“I’ll check it out, but I think the ID will make it okay. Besides, if it weren’t Christmas, you wouldn’t have a problem. It’s not as if you’d be going anywhere classified.”
The next day, Carol stands on the dunes, visits the blockhouse, hears the ghostly laughter of those engineers, amused that she knows so much, amused that she is even here on their sacred male ground. The sky above is clear and blue, a perfect test day. She remembers their careful measurements, the record sheets, the calculations.
Rocketry is in her blood.
I’m here, dammit. And I’m here to stay.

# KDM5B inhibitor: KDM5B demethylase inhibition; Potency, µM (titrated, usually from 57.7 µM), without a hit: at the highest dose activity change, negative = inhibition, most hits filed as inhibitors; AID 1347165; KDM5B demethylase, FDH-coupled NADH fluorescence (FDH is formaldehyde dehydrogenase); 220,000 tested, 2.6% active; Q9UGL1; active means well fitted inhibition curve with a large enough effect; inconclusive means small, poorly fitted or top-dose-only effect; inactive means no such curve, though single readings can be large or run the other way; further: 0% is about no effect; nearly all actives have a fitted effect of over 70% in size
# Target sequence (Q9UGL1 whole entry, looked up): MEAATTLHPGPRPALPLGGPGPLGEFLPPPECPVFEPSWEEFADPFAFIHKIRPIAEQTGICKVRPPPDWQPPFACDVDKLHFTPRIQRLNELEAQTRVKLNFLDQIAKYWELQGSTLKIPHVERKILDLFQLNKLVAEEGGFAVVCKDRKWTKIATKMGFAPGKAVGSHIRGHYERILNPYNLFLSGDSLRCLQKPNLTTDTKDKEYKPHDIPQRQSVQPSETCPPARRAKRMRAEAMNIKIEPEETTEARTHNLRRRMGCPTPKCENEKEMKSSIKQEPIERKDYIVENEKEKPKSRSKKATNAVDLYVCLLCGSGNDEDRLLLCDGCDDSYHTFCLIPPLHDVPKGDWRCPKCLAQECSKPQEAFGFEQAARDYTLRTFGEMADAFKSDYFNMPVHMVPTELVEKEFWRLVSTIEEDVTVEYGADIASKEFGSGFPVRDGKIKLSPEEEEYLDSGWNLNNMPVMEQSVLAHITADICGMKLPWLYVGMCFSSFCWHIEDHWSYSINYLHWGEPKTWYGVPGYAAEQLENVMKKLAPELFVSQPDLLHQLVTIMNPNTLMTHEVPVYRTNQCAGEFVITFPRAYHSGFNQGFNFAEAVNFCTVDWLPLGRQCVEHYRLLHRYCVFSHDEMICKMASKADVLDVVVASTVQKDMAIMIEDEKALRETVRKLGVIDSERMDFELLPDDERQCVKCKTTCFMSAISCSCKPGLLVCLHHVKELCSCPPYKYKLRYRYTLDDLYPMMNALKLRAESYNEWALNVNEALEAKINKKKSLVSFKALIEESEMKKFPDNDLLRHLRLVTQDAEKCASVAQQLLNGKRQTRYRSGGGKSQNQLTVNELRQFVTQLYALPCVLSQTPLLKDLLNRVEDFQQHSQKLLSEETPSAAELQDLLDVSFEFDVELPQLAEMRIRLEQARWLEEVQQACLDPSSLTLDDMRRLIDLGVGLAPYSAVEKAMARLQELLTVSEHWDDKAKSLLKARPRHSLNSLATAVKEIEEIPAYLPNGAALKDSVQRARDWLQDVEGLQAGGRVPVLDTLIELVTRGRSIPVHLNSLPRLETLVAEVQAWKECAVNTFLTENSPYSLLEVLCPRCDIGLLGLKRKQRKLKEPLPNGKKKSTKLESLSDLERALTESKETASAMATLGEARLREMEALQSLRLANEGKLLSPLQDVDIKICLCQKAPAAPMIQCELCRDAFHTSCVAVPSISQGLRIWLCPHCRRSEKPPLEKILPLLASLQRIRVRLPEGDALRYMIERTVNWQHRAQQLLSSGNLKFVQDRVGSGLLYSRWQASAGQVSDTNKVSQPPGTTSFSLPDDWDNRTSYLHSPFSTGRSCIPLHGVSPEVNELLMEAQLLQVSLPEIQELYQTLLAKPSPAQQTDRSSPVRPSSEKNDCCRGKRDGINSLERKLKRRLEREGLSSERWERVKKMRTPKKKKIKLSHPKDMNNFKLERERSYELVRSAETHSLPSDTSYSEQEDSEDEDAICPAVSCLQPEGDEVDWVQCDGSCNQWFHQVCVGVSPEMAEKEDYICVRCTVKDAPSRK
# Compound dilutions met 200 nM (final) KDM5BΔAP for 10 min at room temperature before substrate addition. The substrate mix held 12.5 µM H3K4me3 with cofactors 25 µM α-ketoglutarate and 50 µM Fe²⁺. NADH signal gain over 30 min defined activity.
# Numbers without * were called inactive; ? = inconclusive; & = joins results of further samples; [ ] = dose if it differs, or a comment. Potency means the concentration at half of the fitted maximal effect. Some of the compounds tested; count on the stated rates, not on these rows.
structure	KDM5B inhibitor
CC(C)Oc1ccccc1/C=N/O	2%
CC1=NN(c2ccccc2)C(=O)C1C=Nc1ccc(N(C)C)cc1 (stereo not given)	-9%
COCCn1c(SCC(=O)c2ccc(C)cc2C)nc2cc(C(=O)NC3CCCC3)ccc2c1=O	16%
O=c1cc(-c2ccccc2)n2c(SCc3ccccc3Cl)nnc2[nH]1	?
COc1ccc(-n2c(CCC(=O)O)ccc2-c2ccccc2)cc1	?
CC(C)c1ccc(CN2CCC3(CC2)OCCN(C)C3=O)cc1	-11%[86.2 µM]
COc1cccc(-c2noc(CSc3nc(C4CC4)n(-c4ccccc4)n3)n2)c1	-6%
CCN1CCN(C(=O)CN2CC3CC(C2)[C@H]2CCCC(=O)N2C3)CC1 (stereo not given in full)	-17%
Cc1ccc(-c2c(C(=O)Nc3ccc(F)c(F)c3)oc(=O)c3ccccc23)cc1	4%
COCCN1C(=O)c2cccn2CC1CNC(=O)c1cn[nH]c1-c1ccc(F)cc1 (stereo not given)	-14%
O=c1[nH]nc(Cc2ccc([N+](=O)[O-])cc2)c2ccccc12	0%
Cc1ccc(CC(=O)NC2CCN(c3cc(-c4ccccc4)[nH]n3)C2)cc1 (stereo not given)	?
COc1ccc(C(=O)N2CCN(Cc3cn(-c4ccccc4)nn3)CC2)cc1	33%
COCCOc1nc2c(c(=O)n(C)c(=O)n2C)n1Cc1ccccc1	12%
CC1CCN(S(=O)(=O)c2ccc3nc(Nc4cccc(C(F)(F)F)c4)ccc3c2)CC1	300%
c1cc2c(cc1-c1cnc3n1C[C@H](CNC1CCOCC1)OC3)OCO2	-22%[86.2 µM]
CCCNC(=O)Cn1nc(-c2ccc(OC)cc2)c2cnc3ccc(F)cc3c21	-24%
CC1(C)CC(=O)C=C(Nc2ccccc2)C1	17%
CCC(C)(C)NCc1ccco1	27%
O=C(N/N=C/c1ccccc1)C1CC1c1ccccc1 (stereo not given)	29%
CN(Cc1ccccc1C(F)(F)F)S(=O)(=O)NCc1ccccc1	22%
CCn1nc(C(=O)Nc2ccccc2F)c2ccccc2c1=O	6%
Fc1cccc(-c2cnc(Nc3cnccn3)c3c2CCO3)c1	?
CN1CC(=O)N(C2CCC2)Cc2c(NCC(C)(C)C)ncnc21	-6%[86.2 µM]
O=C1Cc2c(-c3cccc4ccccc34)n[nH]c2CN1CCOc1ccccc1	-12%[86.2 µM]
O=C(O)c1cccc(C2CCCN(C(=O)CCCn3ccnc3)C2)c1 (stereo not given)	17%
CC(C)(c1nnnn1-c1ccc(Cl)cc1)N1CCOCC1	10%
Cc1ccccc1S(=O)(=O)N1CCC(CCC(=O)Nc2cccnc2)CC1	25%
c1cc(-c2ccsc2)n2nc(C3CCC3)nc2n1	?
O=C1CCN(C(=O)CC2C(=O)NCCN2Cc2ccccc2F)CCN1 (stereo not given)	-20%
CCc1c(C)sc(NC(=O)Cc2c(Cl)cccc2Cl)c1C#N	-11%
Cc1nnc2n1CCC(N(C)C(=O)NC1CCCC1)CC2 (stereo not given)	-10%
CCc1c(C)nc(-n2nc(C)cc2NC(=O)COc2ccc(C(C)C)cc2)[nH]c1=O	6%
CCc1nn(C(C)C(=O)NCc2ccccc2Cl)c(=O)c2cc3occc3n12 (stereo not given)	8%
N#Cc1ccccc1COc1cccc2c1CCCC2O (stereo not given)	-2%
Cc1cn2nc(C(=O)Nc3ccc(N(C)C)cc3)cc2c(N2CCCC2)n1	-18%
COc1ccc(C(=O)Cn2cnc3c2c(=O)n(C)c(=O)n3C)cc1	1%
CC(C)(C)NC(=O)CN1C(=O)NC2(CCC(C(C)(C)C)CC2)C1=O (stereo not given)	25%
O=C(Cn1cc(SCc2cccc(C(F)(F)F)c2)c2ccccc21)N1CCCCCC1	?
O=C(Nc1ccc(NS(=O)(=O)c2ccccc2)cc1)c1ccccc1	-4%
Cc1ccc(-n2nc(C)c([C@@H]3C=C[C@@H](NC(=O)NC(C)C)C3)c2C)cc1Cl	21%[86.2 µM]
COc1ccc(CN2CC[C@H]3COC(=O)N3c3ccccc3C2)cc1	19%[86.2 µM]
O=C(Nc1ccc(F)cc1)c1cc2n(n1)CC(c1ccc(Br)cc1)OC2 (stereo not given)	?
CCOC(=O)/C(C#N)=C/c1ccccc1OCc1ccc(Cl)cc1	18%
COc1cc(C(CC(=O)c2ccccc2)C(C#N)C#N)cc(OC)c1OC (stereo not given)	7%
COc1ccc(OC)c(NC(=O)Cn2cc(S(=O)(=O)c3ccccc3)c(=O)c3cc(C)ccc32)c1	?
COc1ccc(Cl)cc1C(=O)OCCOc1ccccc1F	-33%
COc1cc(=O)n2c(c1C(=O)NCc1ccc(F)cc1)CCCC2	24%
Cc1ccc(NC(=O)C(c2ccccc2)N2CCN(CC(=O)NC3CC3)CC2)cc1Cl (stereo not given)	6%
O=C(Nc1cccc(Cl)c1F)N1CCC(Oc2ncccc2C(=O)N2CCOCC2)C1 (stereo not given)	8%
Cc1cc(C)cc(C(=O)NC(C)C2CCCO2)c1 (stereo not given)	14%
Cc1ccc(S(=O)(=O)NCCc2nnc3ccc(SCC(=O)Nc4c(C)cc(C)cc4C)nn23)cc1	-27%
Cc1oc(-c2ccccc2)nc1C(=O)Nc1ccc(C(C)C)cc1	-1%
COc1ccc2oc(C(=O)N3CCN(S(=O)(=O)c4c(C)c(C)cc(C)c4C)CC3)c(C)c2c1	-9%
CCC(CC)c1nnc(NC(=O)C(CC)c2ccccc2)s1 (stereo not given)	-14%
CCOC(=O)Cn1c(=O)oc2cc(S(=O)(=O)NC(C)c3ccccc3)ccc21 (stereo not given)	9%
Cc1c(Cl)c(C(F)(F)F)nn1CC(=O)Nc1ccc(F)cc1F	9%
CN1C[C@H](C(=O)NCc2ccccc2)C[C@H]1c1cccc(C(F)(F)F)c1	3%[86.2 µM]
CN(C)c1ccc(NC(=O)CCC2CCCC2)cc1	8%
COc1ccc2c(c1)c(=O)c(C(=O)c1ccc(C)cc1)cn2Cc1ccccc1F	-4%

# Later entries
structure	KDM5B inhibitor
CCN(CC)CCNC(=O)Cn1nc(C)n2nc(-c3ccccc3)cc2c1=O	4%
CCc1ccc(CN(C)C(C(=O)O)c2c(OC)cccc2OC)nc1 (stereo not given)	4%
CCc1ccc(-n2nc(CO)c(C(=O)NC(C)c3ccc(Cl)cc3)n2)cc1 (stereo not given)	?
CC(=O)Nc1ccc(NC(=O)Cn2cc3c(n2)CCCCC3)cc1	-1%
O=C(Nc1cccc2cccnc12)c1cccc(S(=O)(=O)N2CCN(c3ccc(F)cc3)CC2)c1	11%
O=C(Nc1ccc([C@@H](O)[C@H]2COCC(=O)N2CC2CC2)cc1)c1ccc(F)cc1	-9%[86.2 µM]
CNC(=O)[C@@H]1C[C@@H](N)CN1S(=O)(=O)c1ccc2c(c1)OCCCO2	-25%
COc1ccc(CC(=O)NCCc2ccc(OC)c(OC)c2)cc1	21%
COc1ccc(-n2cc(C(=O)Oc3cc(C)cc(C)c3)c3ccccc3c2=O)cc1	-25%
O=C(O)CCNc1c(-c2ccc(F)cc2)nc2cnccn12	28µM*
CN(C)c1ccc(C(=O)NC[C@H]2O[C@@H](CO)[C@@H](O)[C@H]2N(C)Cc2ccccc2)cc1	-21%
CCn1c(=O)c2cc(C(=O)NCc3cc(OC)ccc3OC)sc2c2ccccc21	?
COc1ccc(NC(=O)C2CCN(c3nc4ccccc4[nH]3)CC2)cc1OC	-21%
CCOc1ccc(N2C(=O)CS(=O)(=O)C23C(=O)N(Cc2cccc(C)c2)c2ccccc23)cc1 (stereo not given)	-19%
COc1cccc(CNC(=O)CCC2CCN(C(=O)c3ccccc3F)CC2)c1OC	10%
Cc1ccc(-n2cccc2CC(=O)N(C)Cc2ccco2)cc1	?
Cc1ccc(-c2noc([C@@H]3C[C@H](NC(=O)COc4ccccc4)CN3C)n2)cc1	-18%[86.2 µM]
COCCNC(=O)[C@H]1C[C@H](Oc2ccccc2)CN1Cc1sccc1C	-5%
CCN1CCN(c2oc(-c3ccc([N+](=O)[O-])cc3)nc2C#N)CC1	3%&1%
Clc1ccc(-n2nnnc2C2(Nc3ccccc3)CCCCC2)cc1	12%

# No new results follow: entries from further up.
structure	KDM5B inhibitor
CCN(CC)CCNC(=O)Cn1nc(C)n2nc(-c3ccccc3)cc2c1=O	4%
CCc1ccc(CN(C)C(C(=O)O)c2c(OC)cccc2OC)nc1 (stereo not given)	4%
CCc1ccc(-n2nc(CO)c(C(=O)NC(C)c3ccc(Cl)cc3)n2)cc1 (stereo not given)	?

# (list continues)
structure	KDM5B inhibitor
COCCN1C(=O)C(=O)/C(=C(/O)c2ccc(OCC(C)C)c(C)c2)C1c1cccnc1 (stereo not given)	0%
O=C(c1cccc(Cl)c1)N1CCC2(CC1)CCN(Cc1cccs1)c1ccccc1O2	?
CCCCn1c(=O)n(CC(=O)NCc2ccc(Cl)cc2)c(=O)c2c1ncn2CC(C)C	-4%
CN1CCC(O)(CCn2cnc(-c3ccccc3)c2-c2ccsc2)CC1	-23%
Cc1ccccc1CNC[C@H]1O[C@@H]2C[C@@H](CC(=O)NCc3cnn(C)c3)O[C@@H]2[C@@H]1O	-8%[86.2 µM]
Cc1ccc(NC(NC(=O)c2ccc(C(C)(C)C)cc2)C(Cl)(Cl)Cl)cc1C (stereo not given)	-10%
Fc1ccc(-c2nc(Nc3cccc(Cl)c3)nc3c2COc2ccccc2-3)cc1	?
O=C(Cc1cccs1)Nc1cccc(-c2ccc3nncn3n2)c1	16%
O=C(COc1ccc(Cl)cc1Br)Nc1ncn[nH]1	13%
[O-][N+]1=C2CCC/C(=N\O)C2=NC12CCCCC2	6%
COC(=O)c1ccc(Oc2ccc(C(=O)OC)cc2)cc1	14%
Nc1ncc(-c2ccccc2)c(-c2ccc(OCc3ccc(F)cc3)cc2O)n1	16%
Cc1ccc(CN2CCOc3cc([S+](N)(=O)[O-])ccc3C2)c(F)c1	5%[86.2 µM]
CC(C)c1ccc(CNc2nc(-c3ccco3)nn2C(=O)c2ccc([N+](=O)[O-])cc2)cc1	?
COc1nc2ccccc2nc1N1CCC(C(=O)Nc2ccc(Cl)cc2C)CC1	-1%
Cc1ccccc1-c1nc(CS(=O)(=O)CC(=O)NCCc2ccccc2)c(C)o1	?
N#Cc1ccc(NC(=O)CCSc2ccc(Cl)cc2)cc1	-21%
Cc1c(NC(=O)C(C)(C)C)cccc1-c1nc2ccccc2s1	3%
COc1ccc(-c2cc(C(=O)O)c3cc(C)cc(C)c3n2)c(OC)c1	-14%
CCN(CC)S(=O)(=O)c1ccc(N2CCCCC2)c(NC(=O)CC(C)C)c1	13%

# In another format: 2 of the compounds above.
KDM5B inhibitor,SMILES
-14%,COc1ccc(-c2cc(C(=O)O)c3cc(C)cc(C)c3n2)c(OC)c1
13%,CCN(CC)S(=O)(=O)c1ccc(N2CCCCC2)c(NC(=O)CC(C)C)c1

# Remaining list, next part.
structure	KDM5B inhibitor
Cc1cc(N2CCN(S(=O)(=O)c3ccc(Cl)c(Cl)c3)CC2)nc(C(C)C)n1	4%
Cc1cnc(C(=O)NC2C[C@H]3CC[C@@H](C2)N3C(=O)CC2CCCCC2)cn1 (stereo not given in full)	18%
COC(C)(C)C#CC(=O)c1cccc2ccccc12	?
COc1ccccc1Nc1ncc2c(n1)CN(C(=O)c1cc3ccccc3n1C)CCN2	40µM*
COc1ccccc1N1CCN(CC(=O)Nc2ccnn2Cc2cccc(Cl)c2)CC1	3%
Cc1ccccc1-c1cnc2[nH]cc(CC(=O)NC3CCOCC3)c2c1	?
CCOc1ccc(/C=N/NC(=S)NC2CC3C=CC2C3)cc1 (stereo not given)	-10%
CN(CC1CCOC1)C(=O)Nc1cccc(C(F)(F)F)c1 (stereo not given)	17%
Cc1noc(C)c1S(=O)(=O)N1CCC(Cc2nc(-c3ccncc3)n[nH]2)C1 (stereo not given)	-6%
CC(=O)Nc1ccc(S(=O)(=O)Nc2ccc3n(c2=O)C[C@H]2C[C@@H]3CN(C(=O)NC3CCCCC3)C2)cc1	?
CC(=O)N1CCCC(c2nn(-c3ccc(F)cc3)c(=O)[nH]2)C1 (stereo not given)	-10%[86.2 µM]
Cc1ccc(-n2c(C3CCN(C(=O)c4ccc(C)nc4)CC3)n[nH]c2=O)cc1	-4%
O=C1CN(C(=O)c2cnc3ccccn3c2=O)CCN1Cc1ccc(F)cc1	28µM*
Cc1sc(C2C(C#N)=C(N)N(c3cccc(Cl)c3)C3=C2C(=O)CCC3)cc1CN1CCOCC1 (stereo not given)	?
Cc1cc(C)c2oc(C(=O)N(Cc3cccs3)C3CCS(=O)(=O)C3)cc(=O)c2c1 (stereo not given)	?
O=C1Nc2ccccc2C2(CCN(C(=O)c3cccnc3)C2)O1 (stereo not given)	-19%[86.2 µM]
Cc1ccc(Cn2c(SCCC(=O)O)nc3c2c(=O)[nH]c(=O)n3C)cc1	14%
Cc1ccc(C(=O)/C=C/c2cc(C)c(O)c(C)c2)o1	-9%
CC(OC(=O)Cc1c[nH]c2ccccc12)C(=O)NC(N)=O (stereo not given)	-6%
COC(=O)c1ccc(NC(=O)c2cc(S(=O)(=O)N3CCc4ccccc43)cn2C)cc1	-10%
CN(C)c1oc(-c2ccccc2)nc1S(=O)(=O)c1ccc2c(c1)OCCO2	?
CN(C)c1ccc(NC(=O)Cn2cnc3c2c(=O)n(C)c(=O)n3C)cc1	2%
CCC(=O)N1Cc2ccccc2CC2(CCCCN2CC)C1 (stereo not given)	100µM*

When she finally gets home, she tells her mother she is transferring to Caltech. June’s eyes light up. “Oh, honey, that’s wonderful.” She gives Carol a tight hug, and her thin arms feel like bird’s wings. Carol steps back. “Mom, are you okay?”
Blake sits next to June on the couch and holds her hand as she talks. She has had one breast removed, but now she is recovering. Everything is going well.
“Why didn’t you tell me?”
“I didn’t want to interrupt your studies.”
“I’m not going back.”
“Just finish out the year, and then—”
“What for? I’ll fly back, get everything taken care of, find someone to take over the lease, withdraw from school—”
“But it will take time to apply to Caltech. You won’t be able to start this semester. What are you going to do?”
“Spend time with you, Mom. I can take you to the doctor, we can go for drives, play bridge—you know. All that.”
“Well, it would be nice. But I feel so selfish.”
“I feel absolutely delighted.”
June lied, of course. She is not recovering.